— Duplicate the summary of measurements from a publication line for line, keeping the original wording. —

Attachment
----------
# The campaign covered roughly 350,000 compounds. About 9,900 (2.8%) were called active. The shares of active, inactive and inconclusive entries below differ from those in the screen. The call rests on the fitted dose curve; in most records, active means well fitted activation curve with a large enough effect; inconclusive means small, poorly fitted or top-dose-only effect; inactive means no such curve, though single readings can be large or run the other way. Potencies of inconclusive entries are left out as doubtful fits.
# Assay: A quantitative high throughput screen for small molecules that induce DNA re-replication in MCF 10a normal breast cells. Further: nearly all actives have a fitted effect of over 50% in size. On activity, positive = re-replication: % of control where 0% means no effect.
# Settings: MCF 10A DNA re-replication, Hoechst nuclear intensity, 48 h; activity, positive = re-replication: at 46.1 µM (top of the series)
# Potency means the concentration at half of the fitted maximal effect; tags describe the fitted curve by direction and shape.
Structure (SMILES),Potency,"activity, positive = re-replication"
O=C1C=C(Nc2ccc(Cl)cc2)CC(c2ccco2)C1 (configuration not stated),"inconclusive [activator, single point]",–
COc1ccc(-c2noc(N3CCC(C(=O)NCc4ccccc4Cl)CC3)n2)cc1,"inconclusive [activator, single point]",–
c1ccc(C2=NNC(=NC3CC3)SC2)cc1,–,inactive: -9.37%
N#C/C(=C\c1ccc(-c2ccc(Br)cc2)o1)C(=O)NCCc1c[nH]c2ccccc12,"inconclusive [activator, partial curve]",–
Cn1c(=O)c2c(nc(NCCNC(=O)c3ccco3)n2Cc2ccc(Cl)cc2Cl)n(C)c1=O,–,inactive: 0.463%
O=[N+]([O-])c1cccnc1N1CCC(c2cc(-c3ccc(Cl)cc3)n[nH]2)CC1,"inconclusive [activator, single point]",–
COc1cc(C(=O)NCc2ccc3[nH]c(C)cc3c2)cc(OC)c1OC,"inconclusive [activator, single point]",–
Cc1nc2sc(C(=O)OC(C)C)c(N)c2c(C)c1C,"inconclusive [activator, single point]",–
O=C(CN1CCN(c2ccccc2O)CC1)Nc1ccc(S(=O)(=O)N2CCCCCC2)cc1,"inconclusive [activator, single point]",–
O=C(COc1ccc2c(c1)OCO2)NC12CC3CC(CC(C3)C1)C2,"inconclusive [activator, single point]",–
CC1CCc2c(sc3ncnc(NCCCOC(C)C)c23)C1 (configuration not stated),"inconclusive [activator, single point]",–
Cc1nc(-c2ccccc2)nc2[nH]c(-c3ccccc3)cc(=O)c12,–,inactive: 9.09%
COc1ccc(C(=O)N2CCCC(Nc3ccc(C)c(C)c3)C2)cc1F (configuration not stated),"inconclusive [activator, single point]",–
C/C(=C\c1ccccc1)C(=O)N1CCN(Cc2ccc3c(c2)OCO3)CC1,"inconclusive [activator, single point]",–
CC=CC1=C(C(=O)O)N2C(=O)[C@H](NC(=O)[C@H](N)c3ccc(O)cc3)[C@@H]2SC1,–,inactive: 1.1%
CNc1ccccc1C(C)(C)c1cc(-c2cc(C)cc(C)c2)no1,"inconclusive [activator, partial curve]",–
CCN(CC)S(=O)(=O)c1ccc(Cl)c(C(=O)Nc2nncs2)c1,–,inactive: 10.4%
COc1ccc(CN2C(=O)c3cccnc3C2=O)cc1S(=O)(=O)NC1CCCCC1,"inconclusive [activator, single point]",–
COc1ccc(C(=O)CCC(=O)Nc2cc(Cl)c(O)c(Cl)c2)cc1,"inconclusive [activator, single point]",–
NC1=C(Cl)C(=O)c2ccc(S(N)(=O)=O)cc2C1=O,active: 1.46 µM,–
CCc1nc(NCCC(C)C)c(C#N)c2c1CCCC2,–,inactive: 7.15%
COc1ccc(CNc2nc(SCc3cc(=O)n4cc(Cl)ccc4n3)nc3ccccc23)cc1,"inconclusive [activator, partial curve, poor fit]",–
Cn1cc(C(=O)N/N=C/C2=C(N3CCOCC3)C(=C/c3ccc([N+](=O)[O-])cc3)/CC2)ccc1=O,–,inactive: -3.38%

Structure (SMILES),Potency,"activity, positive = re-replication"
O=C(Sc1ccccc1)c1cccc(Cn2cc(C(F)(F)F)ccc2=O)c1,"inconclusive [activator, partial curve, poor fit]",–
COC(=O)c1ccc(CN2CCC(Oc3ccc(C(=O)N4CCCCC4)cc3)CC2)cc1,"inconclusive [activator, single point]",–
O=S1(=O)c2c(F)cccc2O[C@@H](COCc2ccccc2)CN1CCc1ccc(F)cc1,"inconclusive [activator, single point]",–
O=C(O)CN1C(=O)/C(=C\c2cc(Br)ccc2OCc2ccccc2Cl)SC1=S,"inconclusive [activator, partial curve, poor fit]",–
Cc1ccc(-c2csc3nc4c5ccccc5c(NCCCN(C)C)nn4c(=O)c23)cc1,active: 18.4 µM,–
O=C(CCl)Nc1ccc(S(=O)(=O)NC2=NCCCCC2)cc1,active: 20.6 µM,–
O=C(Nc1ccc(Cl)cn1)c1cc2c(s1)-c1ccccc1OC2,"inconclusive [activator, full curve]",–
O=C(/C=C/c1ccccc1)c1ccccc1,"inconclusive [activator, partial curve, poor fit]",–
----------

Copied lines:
# The campaign covered roughly 350,000 compounds. About 9,900 (2.8%) were called active. The shares of active, inactive and inconclusive entries below differ from those in the screen. The call rests on the fitted dose curve; in most records, active means well fitted activation curve with a large enough effect; inconclusive means small, poorly fitted or top-dose-only effect; inactive means no such curve, though single readings can be large or run the other way. Potencies of inconclusive entries are left out as doubtful fits.
# Assay: A quantitative high throughput screen for small molecules that induce DNA re-replication in MCF 10a normal breast cells. Further: nearly all actives have a fitted effect of over 50% in size. On activity, positive = re-replication: % of control where 0% means no effect.
# Settings: MCF 10A DNA re-replication, Hoechst nuclear intensity, 48 h; activity, positive = re-replication: at 46.1 µM (top of the series)
# Potency means the concentration at half of the fitted maximal effect; tags describe the fitted curve by direction and shape.
Structure (SMILES),Potency,"activity, positive = re-replication"
O=C1C=C(Nc2ccc(Cl)cc2)CC(c2ccco2)C1 (configuration not stated),"inconclusive [activator, single point]",–
COc1ccc(-c2noc(N3CCC(C(=O)NCc4ccccc4Cl)CC3)n2)cc1,"inconclusive [activator, single point]",–
c1ccc(C2=NNC(=NC3CC3)SC2)cc1,–,inactive: -9.37%
N#C/C(=C\c1ccc(-c2ccc(Br)cc2)o1)C(=O)NCCc1c[nH]c2ccccc12,"inconclusive [activator, partial curve]",–
Cn1c(=O)c2c(nc(NCCNC(=O)c3ccco3)n2Cc2ccc(Cl)cc2Cl)n(C)c1=O,–,inactive: 0.463%
O=[N+]([O-])c1cccnc1N1CCC(c2cc(-c3ccc(Cl)cc3)n[nH]2)CC1,"inconclusive [activator, single point]",–
COc1cc(C(=O)NCc2ccc3[nH]c(C)cc3c2)cc(OC)c1OC,"inconclusive [activator, single point]",–
Cc1nc2sc(C(=O)OC(C)C)c(N)c2c(C)c1C,"inconclusive [activator, single point]",–
O=C(CN1CCN(c2ccccc2O)CC1)Nc1ccc(S(=O)(=O)N2CCCCCC2)cc1,"inconclusive [activator, single point]",–
O=C(COc1ccc2c(c1)OCO2)NC12CC3CC(CC(C3)C1)C2,"inconclusive [activator, single point]",–
CC1CCc2c(sc3ncnc(NCCCOC(C)C)c23)C1 (configuration not stated),"inconclusive [activator, single point]",–
Cc1nc(-c2ccccc2)nc2[nH]c(-c3ccccc3)cc(=O)c12,–,inactive: 9.09%
COc1ccc(C(=O)N2CCCC(Nc3ccc(C)c(C)c3)C2)cc1F (configuration not stated),"inconclusive [activator, single point]",–
C/C(=C\c1ccccc1)C(=O)N1CCN(Cc2ccc3c(c2)OCO3)CC1,"inconclusive [activator, single point]",–
CC=CC1=C(C(=O)O)N2C(=O)[C@H](NC(=O)[C@H](N)c3ccc(O)cc3)[C@@H]2SC1,–,inactive: 1.1%
CNc1ccccc1C(C)(C)c1cc(-c2cc(C)cc(C)c2)no1,"inconclusive [activator, partial curve]",–
CCN(CC)S(=O)(=O)c1ccc(Cl)c(C(=O)Nc2nncs2)c1,–,inactive: 10.4%
COc1ccc(CN2C(=O)c3cccnc3C2=O)cc1S(=O)(=O)NC1CCCCC1,"inconclusive [activator, single point]",–
COc1ccc(C(=O)CCC(=O)Nc2cc(Cl)c(O)c(Cl)c2)cc1,"inconclusive [activator, single point]",–
NC1=C(Cl)C(=O)c2ccc(S(N)(=O)=O)cc2C1=O,active: 1.46 µM,–
CCc1nc(NCCC(C)C)c(C#N)c2c1CCCC2,–,inactive: 7.15%
COc1ccc(CNc2nc(SCc3cc(=O)n4cc(Cl)ccc4n3)nc3ccccc23)cc1,"inconclusive [activator, partial curve, poor fit]",–
Cn1cc(C(=O)N/N=C/C2=C(N3CCOCC3)C(=C/c3ccc([N+](=O)[O-])cc3)/CC2)ccc1=O,–,inactive: -3.38%

Structure (SMILES),Potency,"activity, positive = re-replication"
O=C(Sc1ccccc1)c1cccc(Cn2cc(C(F)(F)F)ccc2=O)c1,"inconclusive [activator, partial curve, poor fit]",–
COC(=O)c1ccc(CN2CCC(Oc3ccc(C(=O)N4CCCCC4)cc3)CC2)cc1,"inconclusive [activator, single point]",–
O=S1(=O)c2c(F)cccc2O[C@@H](COCc2ccccc2)CN1CCc1ccc(F)cc1,"inconclusive [activator, single point]",–
O=C(O)CN1C(=O)/C(=C\c2cc(Br)ccc2OCc2ccccc2Cl)SC1=S,"inconclusive [activator, partial curve, poor fit]",–
Cc1ccc(-c2csc3nc4c5ccccc5c(NCCCN(C)C)nn4c(=O)c23)cc1,active: 18.4 µM,–
O=C(CCl)Nc1ccc(S(=O)(=O)NC2=NCCCCC2)cc1,active: 20.6 µM,–
O=C(Nc1ccc(Cl)cn1)c1cc2c(s1)-c1ccccc1OC2,"inconclusive [activator, full curve]",–
O=C(/C=C/c1ccccc1)c1ccccc1,"inconclusive [activator, partial curve, poor fit]",–